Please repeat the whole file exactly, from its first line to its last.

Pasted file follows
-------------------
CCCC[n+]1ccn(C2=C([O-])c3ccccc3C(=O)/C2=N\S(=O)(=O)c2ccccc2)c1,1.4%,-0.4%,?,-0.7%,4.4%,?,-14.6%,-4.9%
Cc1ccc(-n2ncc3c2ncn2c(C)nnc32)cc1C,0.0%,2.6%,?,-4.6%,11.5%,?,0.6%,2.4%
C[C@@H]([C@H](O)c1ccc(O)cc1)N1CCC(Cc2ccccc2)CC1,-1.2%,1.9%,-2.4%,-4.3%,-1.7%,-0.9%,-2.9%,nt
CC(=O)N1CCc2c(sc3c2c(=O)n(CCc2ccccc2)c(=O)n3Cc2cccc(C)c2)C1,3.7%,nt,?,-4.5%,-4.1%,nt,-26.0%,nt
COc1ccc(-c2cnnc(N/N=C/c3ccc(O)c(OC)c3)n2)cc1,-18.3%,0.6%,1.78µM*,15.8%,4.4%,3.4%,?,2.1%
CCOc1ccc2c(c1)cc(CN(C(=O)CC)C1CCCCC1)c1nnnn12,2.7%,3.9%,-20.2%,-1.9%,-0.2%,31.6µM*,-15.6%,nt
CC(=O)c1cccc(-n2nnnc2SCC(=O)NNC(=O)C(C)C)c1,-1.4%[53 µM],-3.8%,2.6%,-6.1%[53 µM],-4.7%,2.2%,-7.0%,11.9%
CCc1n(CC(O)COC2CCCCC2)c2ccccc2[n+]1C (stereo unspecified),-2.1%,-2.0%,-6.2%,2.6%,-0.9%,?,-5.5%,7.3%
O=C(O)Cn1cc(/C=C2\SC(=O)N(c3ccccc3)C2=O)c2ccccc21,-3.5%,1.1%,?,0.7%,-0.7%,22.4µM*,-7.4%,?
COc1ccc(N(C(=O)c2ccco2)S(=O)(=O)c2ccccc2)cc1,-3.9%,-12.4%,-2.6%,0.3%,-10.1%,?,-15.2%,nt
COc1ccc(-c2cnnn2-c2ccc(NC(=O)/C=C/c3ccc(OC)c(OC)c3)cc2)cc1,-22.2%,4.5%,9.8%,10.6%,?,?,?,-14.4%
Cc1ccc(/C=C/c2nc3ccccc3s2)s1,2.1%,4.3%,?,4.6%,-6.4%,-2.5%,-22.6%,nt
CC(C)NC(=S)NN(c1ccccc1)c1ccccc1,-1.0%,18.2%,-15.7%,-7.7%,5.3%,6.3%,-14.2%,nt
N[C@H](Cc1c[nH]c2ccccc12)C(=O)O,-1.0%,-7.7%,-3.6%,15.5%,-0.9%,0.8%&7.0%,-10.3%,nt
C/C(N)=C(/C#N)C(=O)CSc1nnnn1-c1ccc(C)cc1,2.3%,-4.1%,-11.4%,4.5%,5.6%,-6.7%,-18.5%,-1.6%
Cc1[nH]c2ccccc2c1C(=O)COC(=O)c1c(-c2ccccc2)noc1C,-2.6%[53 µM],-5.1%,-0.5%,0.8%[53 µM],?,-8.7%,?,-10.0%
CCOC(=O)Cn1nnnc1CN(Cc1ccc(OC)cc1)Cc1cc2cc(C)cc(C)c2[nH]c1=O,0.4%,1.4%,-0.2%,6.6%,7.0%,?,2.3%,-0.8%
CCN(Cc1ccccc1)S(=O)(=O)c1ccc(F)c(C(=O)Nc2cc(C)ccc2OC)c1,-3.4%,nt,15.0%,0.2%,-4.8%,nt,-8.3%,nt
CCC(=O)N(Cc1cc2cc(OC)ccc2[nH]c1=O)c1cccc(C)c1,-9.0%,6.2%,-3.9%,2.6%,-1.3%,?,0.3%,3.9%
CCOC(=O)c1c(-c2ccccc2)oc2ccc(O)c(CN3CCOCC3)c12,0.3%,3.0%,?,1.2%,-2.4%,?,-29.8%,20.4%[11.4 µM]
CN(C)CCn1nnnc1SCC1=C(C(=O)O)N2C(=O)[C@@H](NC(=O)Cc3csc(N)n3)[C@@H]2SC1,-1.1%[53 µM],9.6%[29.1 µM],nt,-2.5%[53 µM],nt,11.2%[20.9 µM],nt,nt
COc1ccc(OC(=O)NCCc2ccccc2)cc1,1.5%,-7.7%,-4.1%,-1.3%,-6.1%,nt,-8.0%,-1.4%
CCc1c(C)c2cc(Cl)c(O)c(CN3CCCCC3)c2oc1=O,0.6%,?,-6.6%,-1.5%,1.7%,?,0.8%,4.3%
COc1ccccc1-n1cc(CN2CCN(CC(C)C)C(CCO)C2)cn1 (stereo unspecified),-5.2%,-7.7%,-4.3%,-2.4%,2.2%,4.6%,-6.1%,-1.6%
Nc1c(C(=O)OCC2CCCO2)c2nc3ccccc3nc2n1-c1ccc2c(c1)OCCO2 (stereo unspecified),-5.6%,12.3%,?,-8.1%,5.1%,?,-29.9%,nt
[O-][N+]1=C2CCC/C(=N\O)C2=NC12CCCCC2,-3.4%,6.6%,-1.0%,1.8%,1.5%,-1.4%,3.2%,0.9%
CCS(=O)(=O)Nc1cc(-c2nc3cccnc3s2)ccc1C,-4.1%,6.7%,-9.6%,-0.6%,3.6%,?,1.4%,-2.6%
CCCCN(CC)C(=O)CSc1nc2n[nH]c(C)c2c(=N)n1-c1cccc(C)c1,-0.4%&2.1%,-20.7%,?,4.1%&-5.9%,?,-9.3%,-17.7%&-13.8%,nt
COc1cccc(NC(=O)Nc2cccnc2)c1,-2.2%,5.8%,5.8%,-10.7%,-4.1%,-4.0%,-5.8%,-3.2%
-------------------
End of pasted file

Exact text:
CCCC[n+]1ccn(C2=C([O-])c3ccccc3C(=O)/C2=N\S(=O)(=O)c2ccccc2)c1,1.4%,-0.4%,?,-0.7%,4.4%,?,-14.6%,-4.9%
Cc1ccc(-n2ncc3c2ncn2c(C)nnc32)cc1C,0.0%,2.6%,?,-4.6%,11.5%,?,0.6%,2.4%
C[C@@H]([C@H](O)c1ccc(O)cc1)N1CCC(Cc2ccccc2)CC1,-1.2%,1.9%,-2.4%,-4.3%,-1.7%,-0.9%,-2.9%,nt
CC(=O)N1CCc2c(sc3c2c(=O)n(CCc2ccccc2)c(=O)n3Cc2cccc(C)c2)C1,3.7%,nt,?,-4.5%,-4.1%,nt,-26.0%,nt
COc1ccc(-c2cnnc(N/N=C/c3ccc(O)c(OC)c3)n2)cc1,-18.3%,0.6%,1.78µM*,15.8%,4.4%,3.4%,?,2.1%
CCOc1ccc2c(c1)cc(CN(C(=O)CC)C1CCCCC1)c1nnnn12,2.7%,3.9%,-20.2%,-1.9%,-0.2%,31.6µM*,-15.6%,nt
CC(=O)c1cccc(-n2nnnc2SCC(=O)NNC(=O)C(C)C)c1,-1.4%[53 µM],-3.8%,2.6%,-6.1%[53 µM],-4.7%,2.2%,-7.0%,11.9%
CCc1n(CC(O)COC2CCCCC2)c2ccccc2[n+]1C (stereo unspecified),-2.1%,-2.0%,-6.2%,2.6%,-0.9%,?,-5.5%,7.3%
O=C(O)Cn1cc(/C=C2\SC(=O)N(c3ccccc3)C2=O)c2ccccc21,-3.5%,1.1%,?,0.7%,-0.7%,22.4µM*,-7.4%,?
COc1ccc(N(C(=O)c2ccco2)S(=O)(=O)c2ccccc2)cc1,-3.9%,-12.4%,-2.6%,0.3%,-10.1%,?,-15.2%,nt
COc1ccc(-c2cnnn2-c2ccc(NC(=O)/C=C/c3ccc(OC)c(OC)c3)cc2)cc1,-22.2%,4.5%,9.8%,10.6%,?,?,?,-14.4%
Cc1ccc(/C=C/c2nc3ccccc3s2)s1,2.1%,4.3%,?,4.6%,-6.4%,-2.5%,-22.6%,nt
CC(C)NC(=S)NN(c1ccccc1)c1ccccc1,-1.0%,18.2%,-15.7%,-7.7%,5.3%,6.3%,-14.2%,nt
N[C@H](Cc1c[nH]c2ccccc12)C(=O)O,-1.0%,-7.7%,-3.6%,15.5%,-0.9%,0.8%&7.0%,-10.3%,nt
C/C(N)=C(/C#N)C(=O)CSc1nnnn1-c1ccc(C)cc1,2.3%,-4.1%,-11.4%,4.5%,5.6%,-6.7%,-18.5%,-1.6%
Cc1[nH]c2ccccc2c1C(=O)COC(=O)c1c(-c2ccccc2)noc1C,-2.6%[53 µM],-5.1%,-0.5%,0.8%[53 µM],?,-8.7%,?,-10.0%
CCOC(=O)Cn1nnnc1CN(Cc1ccc(OC)cc1)Cc1cc2cc(C)cc(C)c2[nH]c1=O,0.4%,1.4%,-0.2%,6.6%,7.0%,?,2.3%,-0.8%
CCN(Cc1ccccc1)S(=O)(=O)c1ccc(F)c(C(=O)Nc2cc(C)ccc2OC)c1,-3.4%,nt,15.0%,0.2%,-4.8%,nt,-8.3%,nt
CCC(=O)N(Cc1cc2cc(OC)ccc2[nH]c1=O)c1cccc(C)c1,-9.0%,6.2%,-3.9%,2.6%,-1.3%,?,0.3%,3.9%
CCOC(=O)c1c(-c2ccccc2)oc2ccc(O)c(CN3CCOCC3)c12,0.3%,3.0%,?,1.2%,-2.4%,?,-29.8%,20.4%[11.4 µM]
CN(C)CCn1nnnc1SCC1=C(C(=O)O)N2C(=O)[C@@H](NC(=O)Cc3csc(N)n3)[C@@H]2SC1,-1.1%[53 µM],9.6%[29.1 µM],nt,-2.5%[53 µM],nt,11.2%[20.9 µM],nt,nt
COc1ccc(OC(=O)NCCc2ccccc2)cc1,1.5%,-7.7%,-4.1%,-1.3%,-6.1%,nt,-8.0%,-1.4%
CCc1c(C)c2cc(Cl)c(O)c(CN3CCCCC3)c2oc1=O,0.6%,?,-6.6%,-1.5%,1.7%,?,0.8%,4.3%
COc1ccccc1-n1cc(CN2CCN(CC(C)C)C(CCO)C2)cn1 (stereo unspecified),-5.2%,-7.7%,-4.3%,-2.4%,2.2%,4.6%,-6.1%,-1.6%
Nc1c(C(=O)OCC2CCCO2)c2nc3ccccc3nc2n1-c1ccc2c(c1)OCCO2 (stereo unspecified),-5.6%,12.3%,?,-8.1%,5.1%,?,-29.9%,nt
[O-][N+]1=C2CCC/C(=N\O)C2=NC12CCCCC2,-3.4%,6.6%,-1.0%,1.8%,1.5%,-1.4%,3.2%,0.9%
CCS(=O)(=O)Nc1cc(-c2nc3cccnc3s2)ccc1C,-4.1%,6.7%,-9.6%,-0.6%,3.6%,?,1.4%,-2.6%
CCCCN(CC)C(=O)CSc1nc2n[nH]c(C)c2c(=N)n1-c1cccc(C)c1,-0.4%&2.1%,-20.7%,?,4.1%&-5.9%,?,-9.3%,-17.7%&-13.8%,nt
COc1cccc(NC(=O)Nc2cccnc2)c1,-2.2%,5.8%,5.8%,-10.7%,-4.1%,-4.0%,-5.8%,-3.2%